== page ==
Three Trailers Later and I’m Still Hella Skeptical About Maleficent
The third trailer for Maleficent came out today, oh boy. You can watch it below:
Well, it certainly looks cool and…
You know what, I can’t do this. Is anyone else skeptical as hell about this movie?
I mean, don’t get me wrong, it certainly looks cool and will probably end up doing Snow White and the Huntsman better than Snow White and the Huntsman did.* And yay female lead movies from a major studio that will likely feature some sort of character development for one or more leads!
But it’s the angle the film is going for is what bothers me. “Disney-fying” is the wrong word for it. That’s more of what you’d use to describe what Saving Mr. Banks did to P.L. Travers.** No, it’s Wicked-fying Maleficent.If you’re not familiar, Wicked: The Life and Times of The Wicked Witch of the West is Gregory Maguire’s best selling book about the famous green skinned witch from The Wizard of Oz. Instead of painting her as a villain, we come to know her as a person named Elphaba and understand that everything she does was driven by good, but misunderstood intentions. The book was adapted into an immensely popular broadway play that starred Idina Menzel as Elphaba.
You can imagine that people have been wanting an adaptation of Wicked for years. Last I heard, ABC had the rights to do a miniseries based on the book, but haven’t done anything with it since 2011. The movie version of the musical has constantly been in limbo as well. Disney, apparently spending way too much money to buy out Marvel and Lucasfilms, decided at some point, “Hey, we can’t get the rights to Wicked. Let’s just do our own version… with Maleficent!”
Okay, that’s definitely oversimplifying it, but every description I’ve seen of the film is basically painting this as Maleficent: The Life and Times of the Mistress of All Evil and showing that she’s not really that bad. She’s just driven to protect the ones she loves!
“Maleficent” explores the untold story of Disney’s most iconic villain from the 1959 classic Sleeping Beauty and the elements of her betrayal that ultimately turn her pure heart to stone. Driven by revenge and a fierce desire to protect the moors over which she presides, Maleficent (Angelina Jolie) cruelly places an irrevocable curse upon the human king’s newborn infant Aurora. As the child grows, Aurora (Elle Fanning) is caught in the middle of the seething conflict between the forest kingdom she has grown to love and the human kingdom that holds her legacy. Maleficent realizes that Aurora may hold the key to peace in the land and is forced to take drastic actions that will change both worlds forever.”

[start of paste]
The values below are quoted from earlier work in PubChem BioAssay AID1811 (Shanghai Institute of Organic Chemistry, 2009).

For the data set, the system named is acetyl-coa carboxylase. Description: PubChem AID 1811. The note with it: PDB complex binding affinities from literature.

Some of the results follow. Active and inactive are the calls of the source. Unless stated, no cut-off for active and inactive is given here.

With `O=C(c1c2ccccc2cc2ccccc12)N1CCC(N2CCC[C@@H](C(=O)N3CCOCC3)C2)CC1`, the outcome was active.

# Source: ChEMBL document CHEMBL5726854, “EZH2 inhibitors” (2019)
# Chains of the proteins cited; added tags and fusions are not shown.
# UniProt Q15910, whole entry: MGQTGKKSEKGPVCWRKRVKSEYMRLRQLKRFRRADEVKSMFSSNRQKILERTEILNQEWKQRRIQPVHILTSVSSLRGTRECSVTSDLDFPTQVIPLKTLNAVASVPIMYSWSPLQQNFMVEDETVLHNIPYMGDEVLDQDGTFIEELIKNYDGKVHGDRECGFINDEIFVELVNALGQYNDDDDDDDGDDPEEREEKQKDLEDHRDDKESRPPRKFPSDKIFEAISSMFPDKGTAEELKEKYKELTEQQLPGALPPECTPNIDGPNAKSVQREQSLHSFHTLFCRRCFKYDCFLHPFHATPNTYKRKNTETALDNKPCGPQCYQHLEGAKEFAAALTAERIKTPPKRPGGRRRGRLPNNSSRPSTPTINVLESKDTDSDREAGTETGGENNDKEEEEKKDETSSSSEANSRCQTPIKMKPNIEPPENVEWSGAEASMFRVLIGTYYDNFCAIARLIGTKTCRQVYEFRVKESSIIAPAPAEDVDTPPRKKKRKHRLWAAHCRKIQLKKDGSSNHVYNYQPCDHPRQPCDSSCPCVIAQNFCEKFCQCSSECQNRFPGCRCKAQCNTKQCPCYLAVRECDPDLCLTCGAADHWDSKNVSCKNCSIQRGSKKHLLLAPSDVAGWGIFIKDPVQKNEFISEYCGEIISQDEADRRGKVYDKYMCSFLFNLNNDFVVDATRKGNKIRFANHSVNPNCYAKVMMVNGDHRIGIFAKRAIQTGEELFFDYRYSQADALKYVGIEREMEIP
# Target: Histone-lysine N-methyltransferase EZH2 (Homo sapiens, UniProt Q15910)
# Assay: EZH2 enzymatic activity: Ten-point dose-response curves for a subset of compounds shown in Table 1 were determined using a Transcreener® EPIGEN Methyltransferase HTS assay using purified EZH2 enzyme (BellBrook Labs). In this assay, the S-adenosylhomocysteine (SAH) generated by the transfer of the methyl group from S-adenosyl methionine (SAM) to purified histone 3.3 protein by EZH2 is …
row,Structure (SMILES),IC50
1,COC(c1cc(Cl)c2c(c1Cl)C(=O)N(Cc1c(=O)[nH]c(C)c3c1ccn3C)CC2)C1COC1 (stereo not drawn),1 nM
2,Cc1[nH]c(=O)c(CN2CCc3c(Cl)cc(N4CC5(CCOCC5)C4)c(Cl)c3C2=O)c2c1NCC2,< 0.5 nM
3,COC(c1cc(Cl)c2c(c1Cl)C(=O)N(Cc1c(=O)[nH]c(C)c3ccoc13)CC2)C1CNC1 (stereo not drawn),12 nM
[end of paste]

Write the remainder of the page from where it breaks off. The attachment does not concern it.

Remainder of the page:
Sure, fine, whatever. Except that’s not how Maleficent works.
People don’t like Maleficent because she’s driven for power, beauty, revenge, or a tragic backstory. People like Maleficent because she’s EVIL. Homegirl cursed a baby to die because she was mad that the king didn’t invite her to a party, not as some petty revenge for her homeland or something like that. When I don’t get invited to a party, I at best don’t care and at worst have something of a mental breakdown. And when some fairies try to mess up her plans, she brings all hell down on them and turns into a fearsome fire breathing dragon. Again… ALL BECAUSE SHE DIDN’T GET INVITED TO A PARTY. If this was all rooted in some revenge plot, I’m fairly certain Maleficent would have just pulled a scorched earth policy on the kingdom and been done with it.
Though, to be fair, better Wicked for an origin story than Oz the Great and Powerful.
I’m still going to give the movie a shot when it comes out on May 30 (aka my birthday), but unless it secretly involves her singing ‘Cell Block Tango,’ I don’t know how I feel about this secretly misunderstood Maleficent yet.
The wings are pretty bitchin’ though, I’ll give them that.*Full disclosure: I like Snow White and the Huntsman. I even own it on Blu-Ray. Judge me. I don’t feel it anymore.
**Second full disclosure: I haven’t seen Saving Mr. Banks, but I have read up on all the changes made between Travers’ history and hatred of the film to what made it on screen in the Disney produced feature about the creation of Mary Poppins.